By Ann Liguori
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ERIN, Wis. (WFAN) — Dustin Johnson, Phil Mickelson and Jason Day are a few of the top names who put family first at the start of the U.S. Open.
Juggling their personal lives and making family their top priority can’t be easy, but it’s certainly admirable the way they’ve handled it.
Johnson, the defending champ, skipped his Monday practice round at Erin Hills to be with his fiancée Paulina Gretzky, who underwent a scheduled C-section to deliver the couple’s second son, River Jones Johnson.
The top-ranked player in the world arrived on Tuesday afternoon and practiced on Tuesday and Wednesday. He played two practice rounds at Erin Hills about a week and a half ago after missing the cut at The Memorial.
“I didn’t feel like I was behind the eight-ball at all because I got to prepare 10 days ago or so,” Johnson said on Wednesday.
Johnson will attempt to become the seventh player in history to win back-to-back U.S. Open titles, the first since Curtis Strange in 1988 and 1989.
The 32-year-old seems ready to focus on the task at hand. Asked how he can handle the range of emotions after becoming a father for the second time, he said, “You just do it. … It helps that Paulina and my son, they’re at home now. She’s a lot more comfortable and everybody is healthy. Obviously, I don’t have to worry about them. But now I’ve got to play golf. This is why I’m here. I’m here to play golf. I’m here to compete. So that’s what my job is this week.”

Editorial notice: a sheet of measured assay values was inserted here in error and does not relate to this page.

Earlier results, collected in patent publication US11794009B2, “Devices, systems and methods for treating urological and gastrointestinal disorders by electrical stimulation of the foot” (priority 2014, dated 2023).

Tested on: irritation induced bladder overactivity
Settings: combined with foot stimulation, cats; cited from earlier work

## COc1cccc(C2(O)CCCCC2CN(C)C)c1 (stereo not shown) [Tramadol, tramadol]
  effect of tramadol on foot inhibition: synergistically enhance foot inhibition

Johnson also said he likes the course.
“All U.S. Opens, there’s a premium on hitting the fairways. You’ve got to drive it in the fairways. Some of them are really wide. But they don’t play quite as wide as they look,” he said.
He teed-off on Thursday at 8.35 a.m. local time and played with 2015 U.S. Open champ Jordan Spieth and 2014 winner Martin Kaymer.
Phil Mickelson has always put his family first. In 1999 at the U.S. Open in Pinehurst, North Carolina, when Payne Stewart out-dueled him for the title, Phil carried a beeper with him and was prepared to bolt if his wife, Amy, went into labor. Eighteen years later, his daughter, Amanda, was set to graduate from high school on Thursday morning in Carlsbad, California.
Mickelson officially withdrew from the U.S. Open on Thursday morning so that he could attend the graduation, where his daughter was scheduled to speak, rather than stick around and attempt to win the only major title that has eluded him.
Jason Day took time off in March right before the Masters to fly his mom, who had been diagnosed with lung cancer, from Australia to Ohio, where he resides, to help in her care. At the time, Day withdrew from the World Golf Championships-Match Play but played in The Masters, where he finished tied for 22nd. He seems to have his usual focus back as he attempts this week to win his first U.S. Open title.
Day was to start Thursday at 2:09 p.m. local time and play with Justin Rose and Rory McIlroy, who are both looking for their second U.S. Open trophies.
On Tuesday, Day said that his mother is “now much better and she’s healing. There’s still some things that pop up every now and then with her health, but my mind is in a better place. Everything I have in my life is due to her decisions back then giving me the opportunities now.”
As the 117th U.S. Open gets underway Thursday, the focus returns to keeping the ball in the fairways and making putts. But it’s great to see how some of the top players in the game put family first.
“Sometimes there’s things that are more important than golf, and family is definitely more important,” Johnson said.
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